Swine influenza (in pigs) FAQs

It is important that all keepers of pigs in Queensland continue to enforce good on-farm biosecurity procedures.

The World Health Organization advises that humans cannot contract swine influenza through eating pork and pork meat products, so there is no reason to avoid consuming pork products.

If you suspect swine influenza in your pigs contact Biosecurity Queensland on 13 25 23.

  • How is the influenza in pigs related to the influenza in humans?

    A number of influenza strains infect only pigs.

    Some influenza strains have a potential to infect both pigs and humans or to mix in pigs to produce new strains that can infect humans.

    In 2009 the Pandemic (H1N1) 2009 influenza strain was detected in two piggeries in Queensland; one near Dalby and the other near Toowoomba. This was the same as the strain infecting humans in several countries including Australia.

  • What is human swine influenza?

    In 2009 a new variation of the H1N1 sub-type of influenza A that combined elements from known swine, avian and human influenza viruses caused concern and widespread human infection in several countries, including Australia.

    It was called 'swine influenza' because analysis of the virus identified the swine elements within the virus first. However, the name was misleading as it was a predominantly a human virus that spread from human to human.

  • What is a typical 'swine' influenza in pigs?

    The influenza that infects pigs occurs in most areas of the world where pigs are kept. Until 2009 it had never been reported in Australia.

    Swine influenza is a highly contagious, acute respiratory disease of pigs caused by type-A influenza viruses. Swine influenza in pigs is characterised by large numbers of pigs being infected but with low numbers dying as a result.

    Swine influenza in pigs occurs in most other pig-producing countries and is considered endemic in North America and Europe, while outbreaks have been reported in Africa, Asia and South America.

    Many countries routinely vaccinate their swine populations. Inactivated vaccines for some swine influenza strains are registered for use in pigs overseas, but not in Australia.

    Swine influenza viruses are normally restricted to pigs; it is rare for swine influenza viruses to infect humans but it is known that pigs have a potential to mix different strains of influenza viruses together to produce new strains.

    International outbreaks and sporadic infections in people (swine to people) have been reported occasionally in the past, but rarely has that infection then been reported to continue to spread from person to person.

    Swine influenza is category 1 restricted matter (for H1N1 strain) or prohibited matter (for all other strains) under the Biosecurity Act 2014; if you suspect swine influenza in your pigs, you must contact Biosecurity Queensland on 13 25 23.

  • Is there a threat to the pork industry in Australia?

    Swine flu has previously been present in only a few herds in Queensland, New South Wales and Victoria. National response arrangements were activated and the virus was eradicated from these piggeries.

    Pork is safe to eat.

    Piggeries in Australia have good biosecurity programs that limit human to pig contact.

  • Is it safe to eat pork and pig meat products?

    The World Health Organization advises that humans cannot contract swine influenza through eating pork and pork meat products.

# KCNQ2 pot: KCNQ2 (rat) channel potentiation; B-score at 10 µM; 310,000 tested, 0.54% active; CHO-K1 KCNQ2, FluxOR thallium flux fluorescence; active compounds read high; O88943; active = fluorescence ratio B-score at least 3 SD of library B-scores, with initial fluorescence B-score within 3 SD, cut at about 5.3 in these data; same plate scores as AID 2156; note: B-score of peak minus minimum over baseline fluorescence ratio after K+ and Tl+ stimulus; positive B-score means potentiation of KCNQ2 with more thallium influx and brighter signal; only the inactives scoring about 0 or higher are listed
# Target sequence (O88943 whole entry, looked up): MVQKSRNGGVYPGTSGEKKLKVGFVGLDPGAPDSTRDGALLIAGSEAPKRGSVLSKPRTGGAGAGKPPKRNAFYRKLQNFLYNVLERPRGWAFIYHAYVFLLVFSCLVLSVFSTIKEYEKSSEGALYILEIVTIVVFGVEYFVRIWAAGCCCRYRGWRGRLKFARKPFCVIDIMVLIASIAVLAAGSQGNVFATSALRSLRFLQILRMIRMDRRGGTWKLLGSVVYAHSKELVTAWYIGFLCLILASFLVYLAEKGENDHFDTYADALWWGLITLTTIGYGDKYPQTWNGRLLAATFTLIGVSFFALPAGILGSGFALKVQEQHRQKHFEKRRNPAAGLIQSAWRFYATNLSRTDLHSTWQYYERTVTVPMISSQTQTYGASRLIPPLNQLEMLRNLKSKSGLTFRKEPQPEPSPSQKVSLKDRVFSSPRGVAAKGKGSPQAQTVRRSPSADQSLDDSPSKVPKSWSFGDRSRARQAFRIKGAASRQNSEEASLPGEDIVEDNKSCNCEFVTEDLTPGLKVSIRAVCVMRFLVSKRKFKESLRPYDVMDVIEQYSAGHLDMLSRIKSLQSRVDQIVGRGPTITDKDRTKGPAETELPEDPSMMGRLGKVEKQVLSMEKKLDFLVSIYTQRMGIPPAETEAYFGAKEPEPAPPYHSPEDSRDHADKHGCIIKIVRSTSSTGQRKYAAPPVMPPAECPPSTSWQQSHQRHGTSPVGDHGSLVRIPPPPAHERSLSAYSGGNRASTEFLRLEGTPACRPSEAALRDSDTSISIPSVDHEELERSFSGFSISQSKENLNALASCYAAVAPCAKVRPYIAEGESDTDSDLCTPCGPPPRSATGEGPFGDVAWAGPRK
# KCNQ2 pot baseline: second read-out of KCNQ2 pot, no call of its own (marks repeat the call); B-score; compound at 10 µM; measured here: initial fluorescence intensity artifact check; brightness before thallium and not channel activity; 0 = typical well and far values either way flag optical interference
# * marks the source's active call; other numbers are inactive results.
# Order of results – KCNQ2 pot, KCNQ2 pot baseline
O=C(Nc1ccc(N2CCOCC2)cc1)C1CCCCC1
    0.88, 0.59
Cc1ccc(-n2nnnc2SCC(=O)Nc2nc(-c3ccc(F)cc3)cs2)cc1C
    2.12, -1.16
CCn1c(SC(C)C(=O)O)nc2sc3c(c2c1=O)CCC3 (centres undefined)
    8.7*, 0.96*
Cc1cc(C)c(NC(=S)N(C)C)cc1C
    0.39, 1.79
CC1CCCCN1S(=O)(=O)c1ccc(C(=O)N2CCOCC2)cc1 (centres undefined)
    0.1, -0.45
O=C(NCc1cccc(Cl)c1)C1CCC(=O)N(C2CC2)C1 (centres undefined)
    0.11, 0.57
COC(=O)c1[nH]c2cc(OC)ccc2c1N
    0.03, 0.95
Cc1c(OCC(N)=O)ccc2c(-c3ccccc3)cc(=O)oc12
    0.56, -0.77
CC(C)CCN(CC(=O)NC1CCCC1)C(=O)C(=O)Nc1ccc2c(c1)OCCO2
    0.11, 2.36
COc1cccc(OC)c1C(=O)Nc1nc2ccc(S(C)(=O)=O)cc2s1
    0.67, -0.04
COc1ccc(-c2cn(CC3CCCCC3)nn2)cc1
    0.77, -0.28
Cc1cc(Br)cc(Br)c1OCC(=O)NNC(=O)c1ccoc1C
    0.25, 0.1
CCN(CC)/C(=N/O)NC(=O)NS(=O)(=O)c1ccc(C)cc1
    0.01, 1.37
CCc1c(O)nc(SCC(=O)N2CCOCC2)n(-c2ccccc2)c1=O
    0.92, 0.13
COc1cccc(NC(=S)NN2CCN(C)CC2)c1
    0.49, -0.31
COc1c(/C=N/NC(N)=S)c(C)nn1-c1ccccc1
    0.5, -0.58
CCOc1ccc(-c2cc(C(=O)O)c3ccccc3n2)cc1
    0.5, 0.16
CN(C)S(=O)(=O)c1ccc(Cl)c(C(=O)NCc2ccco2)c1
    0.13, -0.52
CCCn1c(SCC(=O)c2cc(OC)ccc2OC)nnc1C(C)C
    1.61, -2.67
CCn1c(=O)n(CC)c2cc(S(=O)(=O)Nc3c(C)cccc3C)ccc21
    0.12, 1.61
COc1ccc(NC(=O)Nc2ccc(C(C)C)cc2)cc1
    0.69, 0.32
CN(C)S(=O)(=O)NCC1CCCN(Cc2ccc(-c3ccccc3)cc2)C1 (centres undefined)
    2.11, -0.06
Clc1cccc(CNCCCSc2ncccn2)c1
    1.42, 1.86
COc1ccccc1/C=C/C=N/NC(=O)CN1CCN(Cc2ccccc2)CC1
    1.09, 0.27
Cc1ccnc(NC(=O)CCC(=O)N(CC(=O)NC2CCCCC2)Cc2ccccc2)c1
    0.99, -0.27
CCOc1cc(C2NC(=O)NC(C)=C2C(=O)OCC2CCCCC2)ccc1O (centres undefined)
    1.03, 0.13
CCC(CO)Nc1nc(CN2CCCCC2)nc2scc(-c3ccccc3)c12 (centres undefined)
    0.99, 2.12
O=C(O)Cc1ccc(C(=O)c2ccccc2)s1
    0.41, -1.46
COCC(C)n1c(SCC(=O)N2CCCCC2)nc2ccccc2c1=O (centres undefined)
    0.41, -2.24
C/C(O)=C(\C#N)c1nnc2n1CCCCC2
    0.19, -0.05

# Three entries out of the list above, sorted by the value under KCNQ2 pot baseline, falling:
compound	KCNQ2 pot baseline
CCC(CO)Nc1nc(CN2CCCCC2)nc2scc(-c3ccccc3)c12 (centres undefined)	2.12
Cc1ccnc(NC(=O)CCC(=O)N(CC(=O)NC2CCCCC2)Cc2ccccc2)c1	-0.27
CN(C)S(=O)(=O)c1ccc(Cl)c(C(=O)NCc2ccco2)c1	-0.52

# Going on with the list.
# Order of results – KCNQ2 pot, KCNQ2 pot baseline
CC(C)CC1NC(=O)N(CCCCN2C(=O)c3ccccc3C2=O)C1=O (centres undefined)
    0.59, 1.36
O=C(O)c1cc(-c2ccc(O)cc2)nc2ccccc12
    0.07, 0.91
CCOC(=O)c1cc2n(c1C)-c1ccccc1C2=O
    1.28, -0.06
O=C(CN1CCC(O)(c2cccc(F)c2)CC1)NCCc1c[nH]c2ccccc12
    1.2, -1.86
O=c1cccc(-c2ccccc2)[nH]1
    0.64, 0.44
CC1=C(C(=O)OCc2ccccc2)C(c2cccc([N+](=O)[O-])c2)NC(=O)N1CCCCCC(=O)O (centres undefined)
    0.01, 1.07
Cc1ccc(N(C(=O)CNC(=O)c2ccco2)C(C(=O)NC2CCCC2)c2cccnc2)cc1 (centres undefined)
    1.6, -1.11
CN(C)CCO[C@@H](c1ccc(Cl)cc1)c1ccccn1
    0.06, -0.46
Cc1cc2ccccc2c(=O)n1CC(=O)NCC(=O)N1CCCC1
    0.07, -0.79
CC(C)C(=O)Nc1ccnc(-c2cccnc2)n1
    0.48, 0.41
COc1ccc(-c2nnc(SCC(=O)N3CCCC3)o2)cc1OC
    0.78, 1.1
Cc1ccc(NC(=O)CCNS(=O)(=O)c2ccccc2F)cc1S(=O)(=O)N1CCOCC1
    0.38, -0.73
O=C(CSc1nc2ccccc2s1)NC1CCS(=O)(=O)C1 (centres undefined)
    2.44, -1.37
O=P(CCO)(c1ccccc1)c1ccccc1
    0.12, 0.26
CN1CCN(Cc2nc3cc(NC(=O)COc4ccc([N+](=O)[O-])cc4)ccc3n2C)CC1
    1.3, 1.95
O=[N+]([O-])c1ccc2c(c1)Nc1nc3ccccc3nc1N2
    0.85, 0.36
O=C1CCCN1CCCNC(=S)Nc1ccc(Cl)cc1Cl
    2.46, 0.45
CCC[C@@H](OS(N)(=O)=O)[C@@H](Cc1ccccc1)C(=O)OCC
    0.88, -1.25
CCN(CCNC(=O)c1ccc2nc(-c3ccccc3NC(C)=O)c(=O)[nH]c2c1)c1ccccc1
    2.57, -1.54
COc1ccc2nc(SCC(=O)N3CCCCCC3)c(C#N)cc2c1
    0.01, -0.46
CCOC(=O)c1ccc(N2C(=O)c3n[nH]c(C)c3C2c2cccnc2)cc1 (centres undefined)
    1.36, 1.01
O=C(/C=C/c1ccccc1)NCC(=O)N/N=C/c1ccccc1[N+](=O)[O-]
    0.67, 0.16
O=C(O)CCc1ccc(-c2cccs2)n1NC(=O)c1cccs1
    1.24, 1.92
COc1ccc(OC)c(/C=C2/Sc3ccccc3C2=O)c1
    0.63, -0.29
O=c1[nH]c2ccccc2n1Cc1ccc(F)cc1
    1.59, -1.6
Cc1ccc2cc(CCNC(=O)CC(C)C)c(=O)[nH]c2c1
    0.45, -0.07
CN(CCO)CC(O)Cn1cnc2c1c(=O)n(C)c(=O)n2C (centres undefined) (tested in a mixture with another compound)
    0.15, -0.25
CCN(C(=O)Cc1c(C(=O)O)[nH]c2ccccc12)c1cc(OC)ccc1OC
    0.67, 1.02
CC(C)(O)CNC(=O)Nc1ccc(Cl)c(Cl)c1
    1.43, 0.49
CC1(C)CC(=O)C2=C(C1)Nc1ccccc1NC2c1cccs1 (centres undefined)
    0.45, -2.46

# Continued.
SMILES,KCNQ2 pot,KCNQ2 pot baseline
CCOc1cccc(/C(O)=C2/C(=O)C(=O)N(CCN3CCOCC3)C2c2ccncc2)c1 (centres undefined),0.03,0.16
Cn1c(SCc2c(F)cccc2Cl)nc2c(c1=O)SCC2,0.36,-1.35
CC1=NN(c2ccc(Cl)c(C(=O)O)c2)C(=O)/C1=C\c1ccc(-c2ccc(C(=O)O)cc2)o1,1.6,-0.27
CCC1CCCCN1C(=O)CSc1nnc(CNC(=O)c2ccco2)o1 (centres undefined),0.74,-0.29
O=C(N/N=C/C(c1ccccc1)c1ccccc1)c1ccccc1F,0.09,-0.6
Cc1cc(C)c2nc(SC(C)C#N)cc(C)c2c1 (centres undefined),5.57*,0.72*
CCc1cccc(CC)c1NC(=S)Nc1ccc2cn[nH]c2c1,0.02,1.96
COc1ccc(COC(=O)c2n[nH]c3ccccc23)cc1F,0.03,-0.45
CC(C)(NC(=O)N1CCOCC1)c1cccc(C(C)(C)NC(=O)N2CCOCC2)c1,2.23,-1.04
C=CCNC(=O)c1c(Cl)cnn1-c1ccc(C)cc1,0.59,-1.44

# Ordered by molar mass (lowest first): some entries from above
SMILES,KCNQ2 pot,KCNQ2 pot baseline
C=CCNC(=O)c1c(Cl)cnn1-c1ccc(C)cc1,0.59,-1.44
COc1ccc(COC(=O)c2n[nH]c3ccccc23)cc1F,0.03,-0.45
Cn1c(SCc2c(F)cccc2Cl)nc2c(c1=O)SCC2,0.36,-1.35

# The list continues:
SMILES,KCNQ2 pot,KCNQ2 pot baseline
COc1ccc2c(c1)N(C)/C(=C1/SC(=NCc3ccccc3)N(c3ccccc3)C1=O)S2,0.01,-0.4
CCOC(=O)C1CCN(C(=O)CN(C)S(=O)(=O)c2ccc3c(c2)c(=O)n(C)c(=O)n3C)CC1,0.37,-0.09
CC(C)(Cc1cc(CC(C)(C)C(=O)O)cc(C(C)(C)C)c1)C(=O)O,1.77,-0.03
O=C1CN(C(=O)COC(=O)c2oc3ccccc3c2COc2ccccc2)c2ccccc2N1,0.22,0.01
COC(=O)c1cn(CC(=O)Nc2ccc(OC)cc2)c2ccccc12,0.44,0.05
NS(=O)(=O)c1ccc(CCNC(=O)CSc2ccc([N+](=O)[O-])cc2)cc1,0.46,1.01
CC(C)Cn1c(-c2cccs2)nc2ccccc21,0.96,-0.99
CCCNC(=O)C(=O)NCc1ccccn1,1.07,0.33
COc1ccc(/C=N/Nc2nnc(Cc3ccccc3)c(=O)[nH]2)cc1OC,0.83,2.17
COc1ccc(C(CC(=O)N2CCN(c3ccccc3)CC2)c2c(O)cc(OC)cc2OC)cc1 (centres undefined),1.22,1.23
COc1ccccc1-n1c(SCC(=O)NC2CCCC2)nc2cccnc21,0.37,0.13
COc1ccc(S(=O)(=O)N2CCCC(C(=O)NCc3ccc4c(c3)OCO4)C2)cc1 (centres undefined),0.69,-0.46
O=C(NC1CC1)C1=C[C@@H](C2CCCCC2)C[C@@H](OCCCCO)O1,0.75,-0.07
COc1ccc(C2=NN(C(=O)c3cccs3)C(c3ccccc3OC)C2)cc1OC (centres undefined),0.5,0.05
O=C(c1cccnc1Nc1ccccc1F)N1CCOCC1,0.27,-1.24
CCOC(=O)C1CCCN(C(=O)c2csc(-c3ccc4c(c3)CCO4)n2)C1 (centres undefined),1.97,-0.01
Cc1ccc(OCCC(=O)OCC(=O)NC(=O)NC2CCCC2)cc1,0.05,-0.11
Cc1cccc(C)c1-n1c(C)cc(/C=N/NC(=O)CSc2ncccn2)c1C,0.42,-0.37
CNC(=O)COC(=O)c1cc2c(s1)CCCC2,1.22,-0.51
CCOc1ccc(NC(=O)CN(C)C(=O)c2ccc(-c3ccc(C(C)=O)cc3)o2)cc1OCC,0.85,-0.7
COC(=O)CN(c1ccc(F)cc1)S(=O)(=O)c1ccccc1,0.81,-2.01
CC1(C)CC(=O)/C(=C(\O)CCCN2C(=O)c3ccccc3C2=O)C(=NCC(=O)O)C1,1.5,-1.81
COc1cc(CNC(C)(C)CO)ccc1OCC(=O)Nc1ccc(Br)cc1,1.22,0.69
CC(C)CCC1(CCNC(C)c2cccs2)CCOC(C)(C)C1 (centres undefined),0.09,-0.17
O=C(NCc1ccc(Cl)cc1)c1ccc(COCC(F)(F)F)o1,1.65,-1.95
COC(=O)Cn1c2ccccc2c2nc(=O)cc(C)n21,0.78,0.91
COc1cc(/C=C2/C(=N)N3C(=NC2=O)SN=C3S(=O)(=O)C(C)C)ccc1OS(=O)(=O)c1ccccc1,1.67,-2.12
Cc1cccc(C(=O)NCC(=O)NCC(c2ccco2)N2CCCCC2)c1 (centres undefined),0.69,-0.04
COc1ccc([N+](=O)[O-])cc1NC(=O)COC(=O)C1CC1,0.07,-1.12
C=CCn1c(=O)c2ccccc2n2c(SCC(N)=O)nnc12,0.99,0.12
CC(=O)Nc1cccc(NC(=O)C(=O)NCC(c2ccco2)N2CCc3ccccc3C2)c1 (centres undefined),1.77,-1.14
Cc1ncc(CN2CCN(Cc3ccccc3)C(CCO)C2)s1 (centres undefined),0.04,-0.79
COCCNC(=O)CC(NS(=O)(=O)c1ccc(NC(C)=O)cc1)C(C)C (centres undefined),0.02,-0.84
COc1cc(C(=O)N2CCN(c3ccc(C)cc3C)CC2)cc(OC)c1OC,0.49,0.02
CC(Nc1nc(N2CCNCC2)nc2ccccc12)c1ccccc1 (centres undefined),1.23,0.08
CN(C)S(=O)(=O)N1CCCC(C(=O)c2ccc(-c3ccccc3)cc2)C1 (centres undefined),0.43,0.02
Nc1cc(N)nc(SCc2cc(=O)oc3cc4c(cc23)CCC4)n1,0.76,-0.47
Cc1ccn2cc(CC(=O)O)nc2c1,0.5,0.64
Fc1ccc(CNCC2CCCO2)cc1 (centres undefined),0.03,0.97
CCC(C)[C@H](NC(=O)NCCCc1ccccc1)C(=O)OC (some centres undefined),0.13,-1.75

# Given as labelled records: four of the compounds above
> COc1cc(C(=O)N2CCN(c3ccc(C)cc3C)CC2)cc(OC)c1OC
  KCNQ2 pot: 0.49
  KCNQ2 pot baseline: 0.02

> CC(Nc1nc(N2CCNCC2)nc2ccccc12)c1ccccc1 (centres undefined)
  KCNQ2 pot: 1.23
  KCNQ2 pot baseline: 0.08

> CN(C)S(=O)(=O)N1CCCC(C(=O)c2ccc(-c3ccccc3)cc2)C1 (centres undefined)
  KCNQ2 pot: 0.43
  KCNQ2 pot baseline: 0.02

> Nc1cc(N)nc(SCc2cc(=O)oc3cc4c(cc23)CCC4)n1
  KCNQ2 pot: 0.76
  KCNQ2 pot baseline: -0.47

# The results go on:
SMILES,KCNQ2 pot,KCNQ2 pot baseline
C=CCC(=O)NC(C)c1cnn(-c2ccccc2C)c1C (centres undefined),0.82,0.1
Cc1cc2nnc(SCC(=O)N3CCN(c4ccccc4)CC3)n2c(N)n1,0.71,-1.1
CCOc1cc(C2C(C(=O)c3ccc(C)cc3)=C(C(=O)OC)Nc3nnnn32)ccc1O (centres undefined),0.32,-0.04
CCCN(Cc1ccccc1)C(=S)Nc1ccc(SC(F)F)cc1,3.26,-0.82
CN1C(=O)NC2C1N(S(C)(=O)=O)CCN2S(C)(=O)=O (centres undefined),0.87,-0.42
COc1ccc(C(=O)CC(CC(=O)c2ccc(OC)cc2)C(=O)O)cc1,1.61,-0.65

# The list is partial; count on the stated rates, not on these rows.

Eating properly handled and cooked pork and pork products is safe.

    Cooking pork to normal cooking temperatures (70°C) kills the influenza virus.

  • What should pig producers do?

    Continue to enforce good on-farm biosecurity procedures that are normally undertaken. Update property biosecurity plans by checking the Biosecurity Queensland website and Australian Pork Limited website to get further information about suitable farm biosecurity procedures.

    Continue to be vigilant with disinfection and cleaning when people enter and leave the farm.

    Report all cases of suspect swine influenza in pigs to Biosecurity Queensland on 13 25 23.

  • What are typical symptoms of swine influenza in pigs?

    In the Australian herd, the disease would typically be expected to manifest as a sudden onset of the following symptoms in pigs of any age:

    • going off feed
    • high fever
    • discharge from eyes and nose, sneezing
    • breathing difficulties
    • barking cough
    • huddling and inactivity.

    In general a large number of pigs are likely to be affected (up to 100%) but only a small number are likely to die (1-3%). If your pigs show these signs, consult your veterinary advisor and report the signs to Biosecurity Queensland on 13 25 23 or the Emergency Animal Disease Watch Hotline on 1800 675 888.

  • What should people with flu symptoms do?

    Anyone who has flu-like symptoms and is concerned about this disease should contact their local doctor, Queensland Health population health unit or ring 13HEALTH.

    Information is also available from the Queensland Health website.

  • What happens if the disease is detected in a pig herd in Queensland?

    Biosecurity Queensland will work with the owner to manage the disease in the piggery according to an agreed national response policy.

    Strict biosecurity controls will be applied to contain the disease and prevent disease spread to other pigs and farms with pigs, and also to humans working with the infected pigs, with a view to eradicating the disease.

    If a swine influenza incident is considered not able to be contained or eradicated within an acceptable time period (e.g. pandemic H1N1), the government will support industry to protect animal health and welfare, worker health and safety, and market access.

    Farmers with pigs will be reminded to remain vigilant with regards to their biosecurity and notification obligations.